I’ve been thinking about belonging…

Recently, a good friend of mine decided to step away from his role in his church leadership. In our conversation he talked about how he feels the church will be stronger in the long-run. He attributes this to the culture they’ve created that isn’t dependent on him, but on their vision.

Their vision is one where people “belong” at the church so they can “become” new through Jesus.

The idea is this, people who are not currently part of their community of faith would be invited, loved, known, and eventually see themselves as part of the community, even before they begin to trust Jesus. This is a lofty goal. Most people don’t really connect to a church without already feeling “in.” And belief, for many churches, is what makes you “in” or “out.”

I got to thinking about this vision they have. This goal to see people in their city feeling they belong in their faith community is no easy task in 2019 America. To say the least, people are starting to see church and churches as irrelevant, unnecessary, and even in some circumstances…the problem.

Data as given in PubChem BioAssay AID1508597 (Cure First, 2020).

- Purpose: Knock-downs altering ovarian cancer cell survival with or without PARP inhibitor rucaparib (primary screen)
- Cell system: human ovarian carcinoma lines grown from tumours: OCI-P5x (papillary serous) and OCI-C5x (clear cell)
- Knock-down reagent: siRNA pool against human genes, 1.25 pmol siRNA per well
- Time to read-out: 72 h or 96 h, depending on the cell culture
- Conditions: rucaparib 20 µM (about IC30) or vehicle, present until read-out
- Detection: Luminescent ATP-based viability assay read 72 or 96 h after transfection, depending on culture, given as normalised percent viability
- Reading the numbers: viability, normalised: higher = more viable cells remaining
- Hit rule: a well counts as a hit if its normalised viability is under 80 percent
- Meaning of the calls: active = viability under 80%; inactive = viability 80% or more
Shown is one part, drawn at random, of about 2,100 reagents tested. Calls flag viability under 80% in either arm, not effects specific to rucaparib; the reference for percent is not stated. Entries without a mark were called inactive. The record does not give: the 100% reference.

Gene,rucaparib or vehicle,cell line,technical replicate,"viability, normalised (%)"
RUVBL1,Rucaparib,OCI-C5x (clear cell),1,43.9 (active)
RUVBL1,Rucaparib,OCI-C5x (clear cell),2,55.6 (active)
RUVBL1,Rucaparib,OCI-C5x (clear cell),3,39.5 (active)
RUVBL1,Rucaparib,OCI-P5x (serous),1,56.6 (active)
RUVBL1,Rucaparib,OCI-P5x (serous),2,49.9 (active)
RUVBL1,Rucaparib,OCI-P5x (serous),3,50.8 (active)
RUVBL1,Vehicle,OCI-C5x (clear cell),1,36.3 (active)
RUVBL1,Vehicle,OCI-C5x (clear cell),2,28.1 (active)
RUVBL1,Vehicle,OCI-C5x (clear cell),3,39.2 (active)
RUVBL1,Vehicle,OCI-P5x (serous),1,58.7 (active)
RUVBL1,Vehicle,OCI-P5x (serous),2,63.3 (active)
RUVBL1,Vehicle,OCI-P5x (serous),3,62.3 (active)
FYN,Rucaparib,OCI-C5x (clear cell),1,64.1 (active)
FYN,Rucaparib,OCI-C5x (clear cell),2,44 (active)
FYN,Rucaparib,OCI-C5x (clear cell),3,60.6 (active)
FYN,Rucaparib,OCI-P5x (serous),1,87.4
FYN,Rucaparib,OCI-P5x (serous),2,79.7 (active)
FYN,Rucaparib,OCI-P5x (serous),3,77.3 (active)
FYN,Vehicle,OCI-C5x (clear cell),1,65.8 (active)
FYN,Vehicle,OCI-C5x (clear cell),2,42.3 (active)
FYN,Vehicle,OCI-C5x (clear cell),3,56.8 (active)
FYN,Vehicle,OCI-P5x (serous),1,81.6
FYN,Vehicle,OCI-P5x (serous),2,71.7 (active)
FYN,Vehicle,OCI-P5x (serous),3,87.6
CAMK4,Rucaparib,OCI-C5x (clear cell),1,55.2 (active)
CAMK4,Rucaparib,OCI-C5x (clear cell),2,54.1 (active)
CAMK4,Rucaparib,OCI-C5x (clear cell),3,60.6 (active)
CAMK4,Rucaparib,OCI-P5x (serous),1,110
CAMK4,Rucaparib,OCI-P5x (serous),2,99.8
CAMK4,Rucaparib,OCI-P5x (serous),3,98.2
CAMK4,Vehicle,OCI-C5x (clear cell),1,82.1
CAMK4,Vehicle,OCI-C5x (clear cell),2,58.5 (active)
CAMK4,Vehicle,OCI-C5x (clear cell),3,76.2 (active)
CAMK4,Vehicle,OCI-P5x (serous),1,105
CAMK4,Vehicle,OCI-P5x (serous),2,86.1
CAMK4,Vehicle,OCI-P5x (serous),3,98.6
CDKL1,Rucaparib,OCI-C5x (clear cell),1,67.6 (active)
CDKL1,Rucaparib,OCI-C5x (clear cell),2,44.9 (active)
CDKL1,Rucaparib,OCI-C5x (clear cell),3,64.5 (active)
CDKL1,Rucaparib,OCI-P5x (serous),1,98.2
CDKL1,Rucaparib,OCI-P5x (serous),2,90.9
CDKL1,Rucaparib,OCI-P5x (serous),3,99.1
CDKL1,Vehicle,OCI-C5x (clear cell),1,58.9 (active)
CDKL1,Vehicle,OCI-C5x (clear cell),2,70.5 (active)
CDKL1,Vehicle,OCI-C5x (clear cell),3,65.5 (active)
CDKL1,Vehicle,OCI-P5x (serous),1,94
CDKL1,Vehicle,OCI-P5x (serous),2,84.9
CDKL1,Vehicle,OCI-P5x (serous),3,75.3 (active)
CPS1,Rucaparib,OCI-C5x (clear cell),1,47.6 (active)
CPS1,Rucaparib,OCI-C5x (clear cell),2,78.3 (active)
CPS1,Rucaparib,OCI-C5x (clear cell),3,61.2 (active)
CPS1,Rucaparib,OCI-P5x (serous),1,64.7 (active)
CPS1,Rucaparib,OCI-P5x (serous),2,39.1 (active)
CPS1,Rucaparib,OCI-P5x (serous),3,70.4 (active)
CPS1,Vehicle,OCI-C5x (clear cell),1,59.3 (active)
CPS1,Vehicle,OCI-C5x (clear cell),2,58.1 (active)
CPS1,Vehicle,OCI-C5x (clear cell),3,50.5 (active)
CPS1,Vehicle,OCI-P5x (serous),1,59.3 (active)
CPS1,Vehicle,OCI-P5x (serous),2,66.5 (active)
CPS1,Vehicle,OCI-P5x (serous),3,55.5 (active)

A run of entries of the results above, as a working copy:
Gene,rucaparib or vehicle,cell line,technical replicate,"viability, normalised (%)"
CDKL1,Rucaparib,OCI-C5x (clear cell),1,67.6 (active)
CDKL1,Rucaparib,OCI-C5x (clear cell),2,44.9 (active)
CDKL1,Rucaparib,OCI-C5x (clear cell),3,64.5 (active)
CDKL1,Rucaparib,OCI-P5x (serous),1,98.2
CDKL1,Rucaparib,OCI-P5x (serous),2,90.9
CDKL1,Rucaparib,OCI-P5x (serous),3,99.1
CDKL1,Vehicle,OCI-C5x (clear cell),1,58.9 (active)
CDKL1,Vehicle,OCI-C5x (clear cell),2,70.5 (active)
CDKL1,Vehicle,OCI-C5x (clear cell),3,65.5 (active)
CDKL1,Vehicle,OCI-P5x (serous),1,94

The power of belonging…

For anyone who’s been to a new place, surrounded by new people and struggling to “fit in” the idea of feeling like you don’t belong is familiar and maybe even painful. There’s a very real, deep need to feel like we belong. We come into this world belonging to a family, at least we are supposed to. I remember the day I realized that the source of so much hurt in a close friend’s life was the rejection he felt from a father who walked away early and never wanted him. One of the two people who were supposed to love him unconditionally…didn’t. And that hurts.